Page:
Magnavox Odyssey Video Game Unit, 1972
- Baer, Ralph H.
- Magnavox Company
- When most people think about the first video game, they think of Pong, the ping-pong arcade game released by Atari in 1972. However, months earlier, Magnavox had released its Magnavox Odyssey, a home video game system based on the “Brown Box,” a prototype invented by Ralph Baer. Additional games and accessories, like a lightgun, were sold in separate packages.
- Since the Odyssey had limited graphic capabilities and displayed only a few small white blocks and a vertical line on the screen, Magnavox included translucent color overlays to provide settings and layouts for the games. Perhaps most surprising to modern gamers, the Odyssey also came with nonelectronic game accessories such as dice, decks of cards, play money, and poker chips. These accessories were possibly included to make the Odyssey more like the physical games that existed at the time.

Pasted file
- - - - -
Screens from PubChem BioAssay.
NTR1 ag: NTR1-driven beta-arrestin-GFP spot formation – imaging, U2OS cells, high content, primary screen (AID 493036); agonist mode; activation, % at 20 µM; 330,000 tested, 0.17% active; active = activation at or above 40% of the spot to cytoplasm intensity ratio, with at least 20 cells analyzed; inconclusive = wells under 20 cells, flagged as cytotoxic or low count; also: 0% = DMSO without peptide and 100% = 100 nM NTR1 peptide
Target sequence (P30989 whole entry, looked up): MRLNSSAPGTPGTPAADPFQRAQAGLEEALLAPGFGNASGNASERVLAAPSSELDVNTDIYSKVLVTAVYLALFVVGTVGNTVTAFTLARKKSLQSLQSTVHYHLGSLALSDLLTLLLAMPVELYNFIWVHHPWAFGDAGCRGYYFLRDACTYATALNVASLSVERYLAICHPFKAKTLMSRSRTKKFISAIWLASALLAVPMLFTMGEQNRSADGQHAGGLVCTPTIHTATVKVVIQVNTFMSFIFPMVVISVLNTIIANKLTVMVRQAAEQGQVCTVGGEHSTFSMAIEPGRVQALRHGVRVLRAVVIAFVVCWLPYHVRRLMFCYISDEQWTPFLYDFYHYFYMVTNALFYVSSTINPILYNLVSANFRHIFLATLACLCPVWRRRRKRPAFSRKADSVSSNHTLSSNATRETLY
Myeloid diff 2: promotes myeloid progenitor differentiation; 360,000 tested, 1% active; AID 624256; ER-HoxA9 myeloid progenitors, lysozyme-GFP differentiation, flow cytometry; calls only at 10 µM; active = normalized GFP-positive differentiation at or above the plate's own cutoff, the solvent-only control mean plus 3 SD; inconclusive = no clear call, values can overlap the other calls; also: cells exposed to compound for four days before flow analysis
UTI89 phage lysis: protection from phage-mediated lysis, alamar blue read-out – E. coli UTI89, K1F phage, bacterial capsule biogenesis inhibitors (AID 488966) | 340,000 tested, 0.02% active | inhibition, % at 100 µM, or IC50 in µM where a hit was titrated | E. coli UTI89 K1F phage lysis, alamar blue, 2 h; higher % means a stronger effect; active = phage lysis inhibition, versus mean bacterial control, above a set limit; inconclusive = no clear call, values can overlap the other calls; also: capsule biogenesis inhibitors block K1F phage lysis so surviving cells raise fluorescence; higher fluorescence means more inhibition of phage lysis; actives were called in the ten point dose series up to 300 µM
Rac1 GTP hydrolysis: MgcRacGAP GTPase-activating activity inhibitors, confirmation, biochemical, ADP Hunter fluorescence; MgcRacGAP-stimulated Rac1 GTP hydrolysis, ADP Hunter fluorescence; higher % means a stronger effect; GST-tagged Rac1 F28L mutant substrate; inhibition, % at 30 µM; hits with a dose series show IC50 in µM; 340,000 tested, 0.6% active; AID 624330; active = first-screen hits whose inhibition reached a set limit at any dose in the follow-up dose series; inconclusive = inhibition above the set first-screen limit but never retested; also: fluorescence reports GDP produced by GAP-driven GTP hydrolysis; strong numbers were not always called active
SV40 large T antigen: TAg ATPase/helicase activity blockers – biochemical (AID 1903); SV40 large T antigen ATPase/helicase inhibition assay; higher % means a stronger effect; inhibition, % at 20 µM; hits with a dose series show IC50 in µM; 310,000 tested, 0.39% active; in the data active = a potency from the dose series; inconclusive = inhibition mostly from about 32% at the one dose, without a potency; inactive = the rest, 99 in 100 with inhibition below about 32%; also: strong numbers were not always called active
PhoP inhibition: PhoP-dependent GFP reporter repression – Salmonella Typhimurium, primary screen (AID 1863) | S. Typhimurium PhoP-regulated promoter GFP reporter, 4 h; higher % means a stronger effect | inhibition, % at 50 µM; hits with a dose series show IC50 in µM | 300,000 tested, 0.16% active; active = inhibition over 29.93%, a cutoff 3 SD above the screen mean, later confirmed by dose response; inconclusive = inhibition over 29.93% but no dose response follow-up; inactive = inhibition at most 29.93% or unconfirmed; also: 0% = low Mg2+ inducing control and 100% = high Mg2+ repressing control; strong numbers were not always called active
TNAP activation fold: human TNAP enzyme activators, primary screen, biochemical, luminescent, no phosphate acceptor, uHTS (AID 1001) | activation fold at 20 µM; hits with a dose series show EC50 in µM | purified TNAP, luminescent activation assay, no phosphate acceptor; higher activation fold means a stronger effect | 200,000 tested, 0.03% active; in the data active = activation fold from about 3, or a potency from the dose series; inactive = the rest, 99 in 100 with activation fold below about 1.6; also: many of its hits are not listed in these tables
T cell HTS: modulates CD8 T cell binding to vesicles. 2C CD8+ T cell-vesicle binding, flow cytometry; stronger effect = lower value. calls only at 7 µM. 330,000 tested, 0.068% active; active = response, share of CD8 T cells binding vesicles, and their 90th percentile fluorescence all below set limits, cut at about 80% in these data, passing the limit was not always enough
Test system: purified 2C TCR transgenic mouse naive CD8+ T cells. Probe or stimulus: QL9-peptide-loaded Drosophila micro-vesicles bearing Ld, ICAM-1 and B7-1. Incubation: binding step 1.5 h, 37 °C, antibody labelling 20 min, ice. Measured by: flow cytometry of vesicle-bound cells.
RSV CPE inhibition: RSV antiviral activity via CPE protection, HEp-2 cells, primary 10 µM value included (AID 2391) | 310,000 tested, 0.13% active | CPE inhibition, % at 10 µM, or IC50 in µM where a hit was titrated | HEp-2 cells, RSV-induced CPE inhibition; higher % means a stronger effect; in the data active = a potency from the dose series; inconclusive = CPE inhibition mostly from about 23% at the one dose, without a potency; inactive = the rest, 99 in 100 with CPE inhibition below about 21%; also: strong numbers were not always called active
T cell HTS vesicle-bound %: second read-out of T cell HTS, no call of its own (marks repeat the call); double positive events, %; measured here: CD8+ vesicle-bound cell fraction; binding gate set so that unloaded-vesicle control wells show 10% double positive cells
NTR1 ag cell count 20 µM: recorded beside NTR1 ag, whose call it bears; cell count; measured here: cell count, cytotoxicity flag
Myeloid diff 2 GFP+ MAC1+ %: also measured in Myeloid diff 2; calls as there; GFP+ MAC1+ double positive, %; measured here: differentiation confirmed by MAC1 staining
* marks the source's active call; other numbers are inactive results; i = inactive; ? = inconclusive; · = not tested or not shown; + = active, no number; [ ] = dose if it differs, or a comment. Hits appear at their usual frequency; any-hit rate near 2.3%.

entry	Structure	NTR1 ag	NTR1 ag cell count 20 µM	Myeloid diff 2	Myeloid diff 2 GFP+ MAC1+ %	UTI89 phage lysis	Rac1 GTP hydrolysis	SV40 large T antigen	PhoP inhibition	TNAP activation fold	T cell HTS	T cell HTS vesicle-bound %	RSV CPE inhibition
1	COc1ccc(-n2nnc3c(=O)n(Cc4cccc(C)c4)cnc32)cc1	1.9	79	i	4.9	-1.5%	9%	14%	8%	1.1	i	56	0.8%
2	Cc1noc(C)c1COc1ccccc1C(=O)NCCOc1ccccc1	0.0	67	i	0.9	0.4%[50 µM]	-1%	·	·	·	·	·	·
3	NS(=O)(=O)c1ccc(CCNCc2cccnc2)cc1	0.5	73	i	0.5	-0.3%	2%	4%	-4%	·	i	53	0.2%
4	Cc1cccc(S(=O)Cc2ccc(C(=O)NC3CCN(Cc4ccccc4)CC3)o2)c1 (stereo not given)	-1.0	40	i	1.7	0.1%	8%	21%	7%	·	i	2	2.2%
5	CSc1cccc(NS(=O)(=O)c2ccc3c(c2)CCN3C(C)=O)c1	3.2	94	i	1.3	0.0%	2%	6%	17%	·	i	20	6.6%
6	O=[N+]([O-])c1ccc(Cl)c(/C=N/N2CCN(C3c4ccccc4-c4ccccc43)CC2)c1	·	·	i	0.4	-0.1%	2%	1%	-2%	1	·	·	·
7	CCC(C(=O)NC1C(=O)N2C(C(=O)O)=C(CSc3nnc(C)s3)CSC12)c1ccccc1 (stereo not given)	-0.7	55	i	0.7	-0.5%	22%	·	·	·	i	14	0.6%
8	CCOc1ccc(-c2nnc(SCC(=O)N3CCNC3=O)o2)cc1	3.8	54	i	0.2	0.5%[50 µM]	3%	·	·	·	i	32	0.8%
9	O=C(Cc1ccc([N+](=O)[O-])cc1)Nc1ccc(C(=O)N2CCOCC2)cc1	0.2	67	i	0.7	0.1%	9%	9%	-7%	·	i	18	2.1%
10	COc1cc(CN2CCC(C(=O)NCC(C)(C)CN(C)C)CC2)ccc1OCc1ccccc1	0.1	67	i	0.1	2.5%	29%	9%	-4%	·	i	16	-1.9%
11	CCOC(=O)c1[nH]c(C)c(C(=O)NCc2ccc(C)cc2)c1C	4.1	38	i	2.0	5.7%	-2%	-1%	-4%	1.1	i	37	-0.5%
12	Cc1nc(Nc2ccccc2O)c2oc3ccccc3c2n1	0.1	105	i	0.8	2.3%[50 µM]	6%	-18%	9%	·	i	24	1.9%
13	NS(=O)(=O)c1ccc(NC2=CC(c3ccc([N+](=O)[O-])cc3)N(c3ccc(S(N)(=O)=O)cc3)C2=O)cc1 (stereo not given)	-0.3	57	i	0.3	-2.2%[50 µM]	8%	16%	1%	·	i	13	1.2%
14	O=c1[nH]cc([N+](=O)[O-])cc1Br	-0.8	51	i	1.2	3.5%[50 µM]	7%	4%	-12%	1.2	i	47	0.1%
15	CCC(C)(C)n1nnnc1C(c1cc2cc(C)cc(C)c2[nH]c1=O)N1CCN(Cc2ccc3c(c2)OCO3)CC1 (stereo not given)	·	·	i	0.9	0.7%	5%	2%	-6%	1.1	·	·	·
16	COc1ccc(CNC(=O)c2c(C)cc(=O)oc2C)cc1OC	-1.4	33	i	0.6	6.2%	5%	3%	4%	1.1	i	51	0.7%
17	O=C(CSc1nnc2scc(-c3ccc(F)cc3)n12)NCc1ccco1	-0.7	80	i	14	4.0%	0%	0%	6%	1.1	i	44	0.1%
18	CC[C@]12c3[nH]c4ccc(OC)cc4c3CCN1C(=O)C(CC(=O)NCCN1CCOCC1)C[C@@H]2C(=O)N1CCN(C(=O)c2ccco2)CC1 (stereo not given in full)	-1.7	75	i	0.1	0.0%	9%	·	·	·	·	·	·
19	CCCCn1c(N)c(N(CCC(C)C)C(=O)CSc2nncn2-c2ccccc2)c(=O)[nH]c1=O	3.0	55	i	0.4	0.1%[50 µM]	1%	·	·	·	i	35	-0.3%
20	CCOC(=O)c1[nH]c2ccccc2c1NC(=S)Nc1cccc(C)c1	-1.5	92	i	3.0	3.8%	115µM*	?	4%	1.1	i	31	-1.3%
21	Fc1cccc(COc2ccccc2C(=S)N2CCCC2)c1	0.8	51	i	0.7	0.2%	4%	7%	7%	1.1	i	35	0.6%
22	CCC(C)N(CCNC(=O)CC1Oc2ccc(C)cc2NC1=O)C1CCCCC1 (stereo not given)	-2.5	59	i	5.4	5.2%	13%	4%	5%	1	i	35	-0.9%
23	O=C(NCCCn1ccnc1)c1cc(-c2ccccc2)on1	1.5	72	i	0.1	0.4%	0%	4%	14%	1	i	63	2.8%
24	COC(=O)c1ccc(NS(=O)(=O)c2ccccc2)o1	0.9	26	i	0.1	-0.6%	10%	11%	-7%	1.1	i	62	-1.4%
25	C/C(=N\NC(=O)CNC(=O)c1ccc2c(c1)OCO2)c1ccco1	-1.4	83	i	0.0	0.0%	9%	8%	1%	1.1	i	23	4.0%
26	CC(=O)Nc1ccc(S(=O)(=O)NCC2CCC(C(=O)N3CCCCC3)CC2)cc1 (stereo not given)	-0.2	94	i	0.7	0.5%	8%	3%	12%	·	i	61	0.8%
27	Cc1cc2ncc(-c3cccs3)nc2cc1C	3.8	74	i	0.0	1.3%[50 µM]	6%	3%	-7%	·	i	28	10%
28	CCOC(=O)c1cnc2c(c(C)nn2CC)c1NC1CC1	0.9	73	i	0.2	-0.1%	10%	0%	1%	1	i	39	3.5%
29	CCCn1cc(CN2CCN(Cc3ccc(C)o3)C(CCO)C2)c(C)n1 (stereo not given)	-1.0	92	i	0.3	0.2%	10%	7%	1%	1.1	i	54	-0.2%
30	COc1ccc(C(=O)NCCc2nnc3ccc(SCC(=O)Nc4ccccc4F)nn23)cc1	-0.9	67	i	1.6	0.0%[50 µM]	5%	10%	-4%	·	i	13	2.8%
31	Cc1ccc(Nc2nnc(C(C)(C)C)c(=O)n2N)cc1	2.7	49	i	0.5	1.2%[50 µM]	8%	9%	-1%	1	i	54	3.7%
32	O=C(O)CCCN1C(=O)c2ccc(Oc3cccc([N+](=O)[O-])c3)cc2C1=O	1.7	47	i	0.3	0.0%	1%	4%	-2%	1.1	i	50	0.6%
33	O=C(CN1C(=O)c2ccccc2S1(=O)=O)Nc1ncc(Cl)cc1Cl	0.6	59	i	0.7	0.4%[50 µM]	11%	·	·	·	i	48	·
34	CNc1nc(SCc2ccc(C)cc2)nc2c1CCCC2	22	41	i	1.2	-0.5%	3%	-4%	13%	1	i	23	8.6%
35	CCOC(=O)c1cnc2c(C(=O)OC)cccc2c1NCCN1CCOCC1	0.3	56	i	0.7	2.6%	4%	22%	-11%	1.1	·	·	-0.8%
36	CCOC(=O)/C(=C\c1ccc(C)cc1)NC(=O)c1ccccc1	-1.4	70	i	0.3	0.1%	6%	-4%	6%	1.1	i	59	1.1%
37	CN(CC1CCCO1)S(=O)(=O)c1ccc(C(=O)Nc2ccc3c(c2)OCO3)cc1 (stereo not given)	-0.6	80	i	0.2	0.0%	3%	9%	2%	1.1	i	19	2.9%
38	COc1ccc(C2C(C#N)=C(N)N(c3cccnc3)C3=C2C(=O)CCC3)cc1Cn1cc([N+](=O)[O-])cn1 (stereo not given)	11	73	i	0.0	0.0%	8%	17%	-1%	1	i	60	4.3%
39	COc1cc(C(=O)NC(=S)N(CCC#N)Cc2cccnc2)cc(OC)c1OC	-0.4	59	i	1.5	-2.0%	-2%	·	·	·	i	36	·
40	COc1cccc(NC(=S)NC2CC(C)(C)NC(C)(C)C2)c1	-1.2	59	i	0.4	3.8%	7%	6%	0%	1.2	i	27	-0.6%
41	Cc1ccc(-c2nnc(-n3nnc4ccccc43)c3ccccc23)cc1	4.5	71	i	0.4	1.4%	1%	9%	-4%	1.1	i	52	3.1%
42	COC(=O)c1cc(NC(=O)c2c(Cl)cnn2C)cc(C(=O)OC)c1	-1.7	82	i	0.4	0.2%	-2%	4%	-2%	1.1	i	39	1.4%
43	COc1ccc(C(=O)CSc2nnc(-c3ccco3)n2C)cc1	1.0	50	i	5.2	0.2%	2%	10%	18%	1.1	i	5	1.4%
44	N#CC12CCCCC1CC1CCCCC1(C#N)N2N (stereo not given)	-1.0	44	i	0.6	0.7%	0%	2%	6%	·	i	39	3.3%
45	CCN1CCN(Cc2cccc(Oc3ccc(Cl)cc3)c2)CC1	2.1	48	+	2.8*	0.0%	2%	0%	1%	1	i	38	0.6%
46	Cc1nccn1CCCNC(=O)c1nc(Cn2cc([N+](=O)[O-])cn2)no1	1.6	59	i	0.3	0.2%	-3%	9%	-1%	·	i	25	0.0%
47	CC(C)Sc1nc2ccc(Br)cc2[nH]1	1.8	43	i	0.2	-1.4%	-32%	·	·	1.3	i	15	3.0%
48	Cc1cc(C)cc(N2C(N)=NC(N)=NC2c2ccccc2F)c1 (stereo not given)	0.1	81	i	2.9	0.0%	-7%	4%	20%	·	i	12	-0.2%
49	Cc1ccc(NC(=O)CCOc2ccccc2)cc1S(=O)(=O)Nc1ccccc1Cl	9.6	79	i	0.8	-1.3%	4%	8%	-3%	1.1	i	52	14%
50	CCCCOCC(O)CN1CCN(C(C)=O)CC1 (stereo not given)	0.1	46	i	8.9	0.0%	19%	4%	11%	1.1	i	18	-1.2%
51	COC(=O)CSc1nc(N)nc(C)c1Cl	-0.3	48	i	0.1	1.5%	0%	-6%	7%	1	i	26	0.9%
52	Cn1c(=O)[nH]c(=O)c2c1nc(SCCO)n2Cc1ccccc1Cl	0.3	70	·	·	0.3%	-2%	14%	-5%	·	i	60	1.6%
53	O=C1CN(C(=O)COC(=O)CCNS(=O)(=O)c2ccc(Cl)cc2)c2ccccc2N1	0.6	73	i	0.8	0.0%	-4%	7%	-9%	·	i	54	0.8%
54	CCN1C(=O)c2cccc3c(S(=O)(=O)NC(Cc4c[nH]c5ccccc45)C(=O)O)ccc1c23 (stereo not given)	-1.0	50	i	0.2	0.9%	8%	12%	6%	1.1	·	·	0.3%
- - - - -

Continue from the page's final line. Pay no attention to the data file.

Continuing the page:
- With approximately 350,000 units sold, Magnavox Odyssey was not considered a commercial success, especially in comparison with Pong’s runaway popularity. Among the contributing factors, poor marketing played a large role. Many potential consumers were under the impression—sometimes encouraged by Magnavox salesmen—that Odyssey would only work on Magnavox television sets. Despite these setbacks, Magnavox Odyssey made its mark by starting the video game console industry.
- Currently not on view
- Credit Line
- Ralph H. Baer
- ID Number
- catalog number
- accession number
- Object Name
- video game system
- Physical Description
- plastic (overall material)
- overall: 3 3/4 in x 16 1/2 in x 16 1/2 in; 9.525 cm x 41.91 cm x 41.91 cm
- Related Publication
- Baer, Ralph H.. Videogames: In The Beginning
- National Museum of American History
- Record ID
- Usage of Metadata (Object Detail Text)